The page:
By Chris Byrd | Catholic News Service
NEW YORK (CNS) — “The Ipcress File,” director Sidney J. Furie’s 1965 adaptation of Len Deighton’s 1962 espionage novel, provided Michael Caine with one of his signature roles as British operative Harry Palmer and won BAFTA’s Best Film award.
According to the British Film Institute, moreover, it ranks among the U.K.’s top 100 movies of all time.
Six decades later, ITV has re-worked Deighton’s book into a limited-series drama. Having debuted on that network in March, the six-episode program will premiere on AMC+ Thursday, May 19. Subsequent installments will be released Thursdays through June 23.
Despite its stylish presentation and admirably restrained tone, the show — penned by veteran Scottish screenwriter John Hodge and directed by James Watkins — goes egregiously astray where the dignity of human life is concerned. While the passage in which this lapse is contained is peripheral to the central plot, it debars recommendation for viewers of any age.
Hodge creates a new backstory for Palmer (Joe Cole). When the action begins, in 1963, he’s a British army corporal serving in West Berlin. As an enterprising and not overly-moral soldier, however, Palmer has ambitions that reach well beyond his restricted official capabilities. In fact, he’s the front man of an operation that smuggles black-market goods into East Germany.
Arrested by his superiors, Palmer is confined at Colchester Military Prison. Yet his bleak prospects improve considerably once the denizens of a spy network known as War Office Operational Communications (WOOC) discover he’s connected to a shadowy figure they call Housemartin (Urs Rechn).
Besides his involvement with Palmer’s underground ring, Housemartin is suspected of having kidnapped Professor Dawson (Matthew Steer), a physicist who had been developing a new class of nuclear weapons. Working outside such official government channels as MI-5 and -6, WOOC chief Maj. Dalby (Tom Hollander) recruits Harry to help locate Housemartin.
At first glance, “The Ipcress File” would seem to have appeal for a broad swath of grown viewers. It succeeds both in evoking the Cold-War era in which it’s set and in reminding its audience of the enduring threat of atomic conflict facing the contemporary world.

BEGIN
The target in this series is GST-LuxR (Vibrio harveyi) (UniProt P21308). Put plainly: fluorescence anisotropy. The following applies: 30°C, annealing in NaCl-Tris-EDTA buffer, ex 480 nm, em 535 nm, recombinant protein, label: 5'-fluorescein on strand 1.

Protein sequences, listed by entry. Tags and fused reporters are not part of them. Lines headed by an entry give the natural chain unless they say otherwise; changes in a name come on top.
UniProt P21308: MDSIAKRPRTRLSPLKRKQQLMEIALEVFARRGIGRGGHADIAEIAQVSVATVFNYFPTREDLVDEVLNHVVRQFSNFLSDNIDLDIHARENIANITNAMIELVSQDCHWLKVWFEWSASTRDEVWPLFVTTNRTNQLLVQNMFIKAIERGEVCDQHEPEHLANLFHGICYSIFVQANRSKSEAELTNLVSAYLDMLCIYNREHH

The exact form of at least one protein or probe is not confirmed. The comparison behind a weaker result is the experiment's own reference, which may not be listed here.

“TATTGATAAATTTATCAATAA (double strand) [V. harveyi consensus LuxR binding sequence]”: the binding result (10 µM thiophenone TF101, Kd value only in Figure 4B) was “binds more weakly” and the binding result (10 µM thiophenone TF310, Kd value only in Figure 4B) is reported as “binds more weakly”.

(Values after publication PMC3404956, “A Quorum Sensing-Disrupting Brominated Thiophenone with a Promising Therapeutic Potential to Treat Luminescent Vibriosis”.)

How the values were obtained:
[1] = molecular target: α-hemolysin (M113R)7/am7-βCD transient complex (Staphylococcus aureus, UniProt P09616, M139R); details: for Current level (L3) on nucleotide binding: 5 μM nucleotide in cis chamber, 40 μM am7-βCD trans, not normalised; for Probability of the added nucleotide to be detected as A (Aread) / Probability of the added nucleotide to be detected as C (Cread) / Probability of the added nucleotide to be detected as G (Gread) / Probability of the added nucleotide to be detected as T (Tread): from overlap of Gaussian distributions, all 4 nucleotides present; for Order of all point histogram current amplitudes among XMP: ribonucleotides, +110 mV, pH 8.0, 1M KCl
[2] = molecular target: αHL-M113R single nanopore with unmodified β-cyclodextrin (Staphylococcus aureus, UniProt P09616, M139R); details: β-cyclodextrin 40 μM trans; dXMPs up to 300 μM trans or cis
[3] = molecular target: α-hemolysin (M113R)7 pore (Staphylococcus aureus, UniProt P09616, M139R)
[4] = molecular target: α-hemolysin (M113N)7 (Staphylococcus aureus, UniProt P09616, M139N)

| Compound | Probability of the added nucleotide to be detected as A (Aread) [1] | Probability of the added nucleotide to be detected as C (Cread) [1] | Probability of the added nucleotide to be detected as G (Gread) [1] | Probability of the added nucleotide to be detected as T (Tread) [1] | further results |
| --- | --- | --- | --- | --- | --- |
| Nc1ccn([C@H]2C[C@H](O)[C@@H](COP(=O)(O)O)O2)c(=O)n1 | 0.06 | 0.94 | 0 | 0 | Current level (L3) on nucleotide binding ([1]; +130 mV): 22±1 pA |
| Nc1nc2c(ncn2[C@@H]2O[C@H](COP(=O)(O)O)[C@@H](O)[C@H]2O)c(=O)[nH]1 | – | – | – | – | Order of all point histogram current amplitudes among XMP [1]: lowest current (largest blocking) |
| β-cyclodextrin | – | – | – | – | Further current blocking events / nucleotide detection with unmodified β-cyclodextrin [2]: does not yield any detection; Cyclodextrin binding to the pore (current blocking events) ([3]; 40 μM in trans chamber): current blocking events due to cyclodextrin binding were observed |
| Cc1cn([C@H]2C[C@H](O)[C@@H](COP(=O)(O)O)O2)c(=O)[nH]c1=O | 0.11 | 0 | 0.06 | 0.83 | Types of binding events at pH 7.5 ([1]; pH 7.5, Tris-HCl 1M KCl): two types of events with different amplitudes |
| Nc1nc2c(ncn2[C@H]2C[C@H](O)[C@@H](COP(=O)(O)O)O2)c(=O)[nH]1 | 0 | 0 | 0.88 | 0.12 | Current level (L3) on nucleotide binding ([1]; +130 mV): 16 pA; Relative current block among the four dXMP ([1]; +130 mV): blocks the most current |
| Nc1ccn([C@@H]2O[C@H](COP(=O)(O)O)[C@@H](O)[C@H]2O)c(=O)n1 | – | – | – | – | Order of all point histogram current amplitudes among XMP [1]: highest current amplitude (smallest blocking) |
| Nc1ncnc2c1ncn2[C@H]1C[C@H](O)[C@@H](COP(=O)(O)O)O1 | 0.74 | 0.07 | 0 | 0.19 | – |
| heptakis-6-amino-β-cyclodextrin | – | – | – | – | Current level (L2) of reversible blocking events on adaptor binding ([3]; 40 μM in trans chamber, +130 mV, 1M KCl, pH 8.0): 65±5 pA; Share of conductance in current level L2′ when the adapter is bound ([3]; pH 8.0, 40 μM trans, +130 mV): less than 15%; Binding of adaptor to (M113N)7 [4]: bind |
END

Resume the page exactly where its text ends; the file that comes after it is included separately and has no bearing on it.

Through the first three hourlong episodes reviewed, the series showcases some gunplay, but the violence is far from excessive. Additionally, the dialogue is free of vulgarity and there’s no sexual content or nudity on display. But the program founders ethically via a digression that might easily have been avoided.
As with many similar narratives, “The Ipcress File” takes in a wide range of characters working for multiple nations. Among them is the top Soviet agent on the scene, Col. Gregor Stok (David Dencik), who naturally becomes a person of interest to WOOC.
In the course of interviewing Stok’s English girlfriend, Natalie Lewis (Gaby French), in an effort to ascertain his whereabouts, WOOC personnel discover that Lewis is pregnant and wants to have an abortion. She eventually obtains one, with consequences even more tragic than those inherent in every such procedure.
This subsidiary plotline seems to have been included simply so that the show’s producers could make a point. Thus WOOC operative Jean Courtney (Lucy Boynton) sums up Lewis’ situation in stark terms: “She was alone. There was no one she could trust. Can you imagine what it was like to be that woman?”
Notably, the fate of Lewis’ unborn child is not a factor in the discussion.
By needlessly incorporating such one-sided rhetoric into his script, Hodge puts this latest iteration of a well-regarded property off-limits for TV fans committed to the cause of life. That’s a shame because the more essential elements of this production would otherwise exert considerable attraction for them.
Byrd is a guest reviewer for Catholic News Service.